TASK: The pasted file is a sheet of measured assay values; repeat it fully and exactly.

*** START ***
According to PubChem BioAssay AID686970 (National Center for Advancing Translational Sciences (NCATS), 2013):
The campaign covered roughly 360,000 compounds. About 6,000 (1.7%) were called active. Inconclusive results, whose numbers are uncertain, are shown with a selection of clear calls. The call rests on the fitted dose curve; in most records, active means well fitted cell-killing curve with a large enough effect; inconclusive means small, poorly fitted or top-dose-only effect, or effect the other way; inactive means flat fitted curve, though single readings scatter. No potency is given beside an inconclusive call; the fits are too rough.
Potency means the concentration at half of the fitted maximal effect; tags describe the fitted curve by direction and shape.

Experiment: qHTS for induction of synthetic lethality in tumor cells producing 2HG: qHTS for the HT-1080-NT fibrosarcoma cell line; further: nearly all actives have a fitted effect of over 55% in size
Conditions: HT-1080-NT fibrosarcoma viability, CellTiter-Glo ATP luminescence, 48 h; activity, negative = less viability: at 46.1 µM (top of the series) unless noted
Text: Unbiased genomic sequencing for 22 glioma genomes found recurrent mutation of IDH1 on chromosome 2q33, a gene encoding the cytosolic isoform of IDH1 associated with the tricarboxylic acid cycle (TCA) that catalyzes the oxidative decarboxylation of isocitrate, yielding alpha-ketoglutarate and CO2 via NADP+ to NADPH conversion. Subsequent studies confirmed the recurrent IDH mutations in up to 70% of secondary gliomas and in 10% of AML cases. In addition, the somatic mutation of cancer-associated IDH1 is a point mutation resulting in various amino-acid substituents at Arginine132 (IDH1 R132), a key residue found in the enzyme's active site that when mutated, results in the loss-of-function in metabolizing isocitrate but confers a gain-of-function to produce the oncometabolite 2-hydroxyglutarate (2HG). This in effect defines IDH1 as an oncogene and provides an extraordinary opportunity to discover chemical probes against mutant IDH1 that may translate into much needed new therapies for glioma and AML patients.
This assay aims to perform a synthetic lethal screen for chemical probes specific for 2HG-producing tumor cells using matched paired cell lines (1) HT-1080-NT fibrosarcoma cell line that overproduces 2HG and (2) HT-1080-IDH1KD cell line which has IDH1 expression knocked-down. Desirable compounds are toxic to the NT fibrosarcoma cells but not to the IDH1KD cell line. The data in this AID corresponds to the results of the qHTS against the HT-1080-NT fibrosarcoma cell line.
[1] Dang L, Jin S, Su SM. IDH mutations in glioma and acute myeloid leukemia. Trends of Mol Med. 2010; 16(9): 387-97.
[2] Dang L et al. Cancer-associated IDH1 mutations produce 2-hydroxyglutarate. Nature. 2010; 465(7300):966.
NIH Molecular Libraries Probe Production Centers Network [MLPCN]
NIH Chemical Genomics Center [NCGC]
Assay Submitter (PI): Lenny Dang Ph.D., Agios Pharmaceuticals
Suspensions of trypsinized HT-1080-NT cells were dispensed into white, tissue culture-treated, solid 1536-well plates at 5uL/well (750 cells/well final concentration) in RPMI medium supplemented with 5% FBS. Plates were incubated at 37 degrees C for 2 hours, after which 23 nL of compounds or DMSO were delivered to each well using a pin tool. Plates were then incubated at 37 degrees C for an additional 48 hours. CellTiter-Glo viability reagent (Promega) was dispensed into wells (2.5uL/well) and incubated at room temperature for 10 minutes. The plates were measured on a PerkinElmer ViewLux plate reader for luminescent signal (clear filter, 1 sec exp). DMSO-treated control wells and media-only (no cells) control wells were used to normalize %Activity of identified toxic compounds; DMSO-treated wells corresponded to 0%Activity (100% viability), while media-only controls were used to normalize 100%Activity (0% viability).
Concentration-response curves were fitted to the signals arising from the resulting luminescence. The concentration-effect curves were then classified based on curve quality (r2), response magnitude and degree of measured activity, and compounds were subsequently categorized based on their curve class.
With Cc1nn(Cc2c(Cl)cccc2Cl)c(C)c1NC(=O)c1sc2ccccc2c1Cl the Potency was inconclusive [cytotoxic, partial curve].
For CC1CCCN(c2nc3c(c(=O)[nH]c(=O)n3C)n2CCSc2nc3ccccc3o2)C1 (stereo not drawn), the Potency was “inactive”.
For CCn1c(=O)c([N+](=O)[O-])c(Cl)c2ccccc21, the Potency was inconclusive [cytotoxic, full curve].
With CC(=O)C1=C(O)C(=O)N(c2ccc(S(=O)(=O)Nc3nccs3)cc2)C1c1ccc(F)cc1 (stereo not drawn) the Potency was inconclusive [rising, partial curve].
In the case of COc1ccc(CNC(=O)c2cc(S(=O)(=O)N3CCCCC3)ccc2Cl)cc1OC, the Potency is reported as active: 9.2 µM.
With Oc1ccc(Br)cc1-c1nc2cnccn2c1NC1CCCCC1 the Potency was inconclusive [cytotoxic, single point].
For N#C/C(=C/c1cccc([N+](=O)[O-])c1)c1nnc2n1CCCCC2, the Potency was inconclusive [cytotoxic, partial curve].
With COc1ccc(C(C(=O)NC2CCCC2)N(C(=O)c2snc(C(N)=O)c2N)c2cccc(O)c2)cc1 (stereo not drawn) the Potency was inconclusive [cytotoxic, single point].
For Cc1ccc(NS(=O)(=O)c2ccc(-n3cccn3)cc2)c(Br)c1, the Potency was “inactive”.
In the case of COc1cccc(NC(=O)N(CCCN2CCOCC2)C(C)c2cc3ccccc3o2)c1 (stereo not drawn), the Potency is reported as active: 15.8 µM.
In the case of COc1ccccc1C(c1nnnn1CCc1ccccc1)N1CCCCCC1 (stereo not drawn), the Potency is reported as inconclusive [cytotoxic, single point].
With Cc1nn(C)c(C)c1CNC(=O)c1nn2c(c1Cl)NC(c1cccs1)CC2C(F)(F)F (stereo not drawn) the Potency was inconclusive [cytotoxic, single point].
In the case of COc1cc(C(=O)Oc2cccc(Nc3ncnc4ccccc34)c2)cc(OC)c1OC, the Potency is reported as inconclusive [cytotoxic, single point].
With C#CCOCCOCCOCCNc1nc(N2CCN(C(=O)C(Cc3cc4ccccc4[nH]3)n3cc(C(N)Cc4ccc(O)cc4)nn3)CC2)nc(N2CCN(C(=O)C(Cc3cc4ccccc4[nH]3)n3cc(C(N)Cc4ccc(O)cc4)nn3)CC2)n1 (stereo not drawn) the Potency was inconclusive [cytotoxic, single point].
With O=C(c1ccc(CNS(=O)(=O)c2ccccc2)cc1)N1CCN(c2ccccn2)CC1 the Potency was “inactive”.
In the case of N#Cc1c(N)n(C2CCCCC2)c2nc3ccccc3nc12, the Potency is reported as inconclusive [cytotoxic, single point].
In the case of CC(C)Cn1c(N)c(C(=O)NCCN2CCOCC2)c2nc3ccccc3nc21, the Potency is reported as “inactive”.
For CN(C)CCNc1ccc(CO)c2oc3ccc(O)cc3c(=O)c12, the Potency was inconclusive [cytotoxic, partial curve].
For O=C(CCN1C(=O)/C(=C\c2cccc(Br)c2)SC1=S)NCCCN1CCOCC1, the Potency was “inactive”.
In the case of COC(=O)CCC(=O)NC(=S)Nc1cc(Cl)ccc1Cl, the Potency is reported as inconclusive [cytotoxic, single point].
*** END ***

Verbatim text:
According to PubChem BioAssay AID686970 (National Center for Advancing Translational Sciences (NCATS), 2013):
The campaign covered roughly 360,000 compounds. About 6,000 (1.7%) were called active. Inconclusive results, whose numbers are uncertain, are shown with a selection of clear calls. The call rests on the fitted dose curve; in most records, active means well fitted cell-killing curve with a large enough effect; inconclusive means small, poorly fitted or top-dose-only effect, or effect the other way; inactive means flat fitted curve, though single readings scatter. No potency is given beside an inconclusive call; the fits are too rough.
Potency means the concentration at half of the fitted maximal effect; tags describe the fitted curve by direction and shape.

Experiment: qHTS for induction of synthetic lethality in tumor cells producing 2HG: qHTS for the HT-1080-NT fibrosarcoma cell line; further: nearly all actives have a fitted effect of over 55% in size
Conditions: HT-1080-NT fibrosarcoma viability, CellTiter-Glo ATP luminescence, 48 h; activity, negative = less viability: at 46.1 µM (top of the series) unless noted
Text: Unbiased genomic sequencing for 22 glioma genomes found recurrent mutation of IDH1 on chromosome 2q33, a gene encoding the cytosolic isoform of IDH1 associated with the tricarboxylic acid cycle (TCA) that catalyzes the oxidative decarboxylation of isocitrate, yielding alpha-ketoglutarate and CO2 via NADP+ to NADPH conversion. Subsequent studies confirmed the recurrent IDH mutations in up to 70% of secondary gliomas and in 10% of AML cases. In addition, the somatic mutation of cancer-associated IDH1 is a point mutation resulting in various amino-acid substituents at Arginine132 (IDH1 R132), a key residue found in the enzyme's active site that when mutated, results in the loss-of-function in metabolizing isocitrate but confers a gain-of-function to produce the oncometabolite 2-hydroxyglutarate (2HG). This in effect defines IDH1 as an oncogene and provides an extraordinary opportunity to discover chemical probes against mutant IDH1 that may translate into much needed new therapies for glioma and AML patients.
This assay aims to perform a synthetic lethal screen for chemical probes specific for 2HG-producing tumor cells using matched paired cell lines (1) HT-1080-NT fibrosarcoma cell line that overproduces 2HG and (2) HT-1080-IDH1KD cell line which has IDH1 expression knocked-down. Desirable compounds are toxic to the NT fibrosarcoma cells but not to the IDH1KD cell line. The data in this AID corresponds to the results of the qHTS against the HT-1080-NT fibrosarcoma cell line.
[1] Dang L, Jin S, Su SM. IDH mutations in glioma and acute myeloid leukemia. Trends of Mol Med. 2010; 16(9): 387-97.
[2] Dang L et al. Cancer-associated IDH1 mutations produce 2-hydroxyglutarate. Nature. 2010; 465(7300):966.
NIH Molecular Libraries Probe Production Centers Network [MLPCN]
NIH Chemical Genomics Center [NCGC]
Assay Submitter (PI): Lenny Dang Ph.D., Agios Pharmaceuticals
Suspensions of trypsinized HT-1080-NT cells were dispensed into white, tissue culture-treated, solid 1536-well plates at 5uL/well (750 cells/well final concentration) in RPMI medium supplemented with 5% FBS. Plates were incubated at 37 degrees C for 2 hours, after which 23 nL of compounds or DMSO were delivered to each well using a pin tool. Plates were then incubated at 37 degrees C for an additional 48 hours. CellTiter-Glo viability reagent (Promega) was dispensed into wells (2.5uL/well) and incubated at room temperature for 10 minutes. The plates were measured on a PerkinElmer ViewLux plate reader for luminescent signal (clear filter, 1 sec exp). DMSO-treated control wells and media-only (no cells) control wells were used to normalize %Activity of identified toxic compounds; DMSO-treated wells corresponded to 0%Activity (100% viability), while media-only controls were used to normalize 100%Activity (0% viability).
Concentration-response curves were fitted to the signals arising from the resulting luminescence. The concentration-effect curves were then classified based on curve quality (r2), response magnitude and degree of measured activity, and compounds were subsequently categorized based on their curve class.
With Cc1nn(Cc2c(Cl)cccc2Cl)c(C)c1NC(=O)c1sc2ccccc2c1Cl the Potency was inconclusive [cytotoxic, partial curve].
For CC1CCCN(c2nc3c(c(=O)[nH]c(=O)n3C)n2CCSc2nc3ccccc3o2)C1 (stereo not drawn), the Potency was “inactive”.
For CCn1c(=O)c([N+](=O)[O-])c(Cl)c2ccccc21, the Potency was inconclusive [cytotoxic, full curve].
With CC(=O)C1=C(O)C(=O)N(c2ccc(S(=O)(=O)Nc3nccs3)cc2)C1c1ccc(F)cc1 (stereo not drawn) the Potency was inconclusive [rising, partial curve].
In the case of COc1ccc(CNC(=O)c2cc(S(=O)(=O)N3CCCCC3)ccc2Cl)cc1OC, the Potency is reported as active: 9.2 µM.
With Oc1ccc(Br)cc1-c1nc2cnccn2c1NC1CCCCC1 the Potency was inconclusive [cytotoxic, single point].
For N#C/C(=C/c1cccc([N+](=O)[O-])c1)c1nnc2n1CCCCC2, the Potency was inconclusive [cytotoxic, partial curve].
With COc1ccc(C(C(=O)NC2CCCC2)N(C(=O)c2snc(C(N)=O)c2N)c2cccc(O)c2)cc1 (stereo not drawn) the Potency was inconclusive [cytotoxic, single point].
For Cc1ccc(NS(=O)(=O)c2ccc(-n3cccn3)cc2)c(Br)c1, the Potency was “inactive”.
In the case of COc1cccc(NC(=O)N(CCCN2CCOCC2)C(C)c2cc3ccccc3o2)c1 (stereo not drawn), the Potency is reported as active: 15.8 µM.
In the case of COc1ccccc1C(c1nnnn1CCc1ccccc1)N1CCCCCC1 (stereo not drawn), the Potency is reported as inconclusive [cytotoxic, single point].
With Cc1nn(C)c(C)c1CNC(=O)c1nn2c(c1Cl)NC(c1cccs1)CC2C(F)(F)F (stereo not drawn) the Potency was inconclusive [cytotoxic, single point].
In the case of COc1cc(C(=O)Oc2cccc(Nc3ncnc4ccccc34)c2)cc(OC)c1OC, the Potency is reported as inconclusive [cytotoxic, single point].
With C#CCOCCOCCOCCNc1nc(N2CCN(C(=O)C(Cc3cc4ccccc4[nH]3)n3cc(C(N)Cc4ccc(O)cc4)nn3)CC2)nc(N2CCN(C(=O)C(Cc3cc4ccccc4[nH]3)n3cc(C(N)Cc4ccc(O)cc4)nn3)CC2)n1 (stereo not drawn) the Potency was inconclusive [cytotoxic, single point].
With O=C(c1ccc(CNS(=O)(=O)c2ccccc2)cc1)N1CCN(c2ccccn2)CC1 the Potency was “inactive”.
In the case of N#Cc1c(N)n(C2CCCCC2)c2nc3ccccc3nc12, the Potency is reported as inconclusive [cytotoxic, single point].
In the case of CC(C)Cn1c(N)c(C(=O)NCCN2CCOCC2)c2nc3ccccc3nc21, the Potency is reported as “inactive”.
For CN(C)CCNc1ccc(CO)c2oc3ccc(O)cc3c(=O)c12, the Potency was inconclusive [cytotoxic, partial curve].
For O=C(CCN1C(=O)/C(=C\c2cccc(Br)c2)SC1=S)NCCCN1CCOCC1, the Potency was “inactive”.
In the case of COC(=O)CCC(=O)NC(=S)Nc1cc(Cl)ccc1Cl, the Potency is reported as inconclusive [cytotoxic, single point].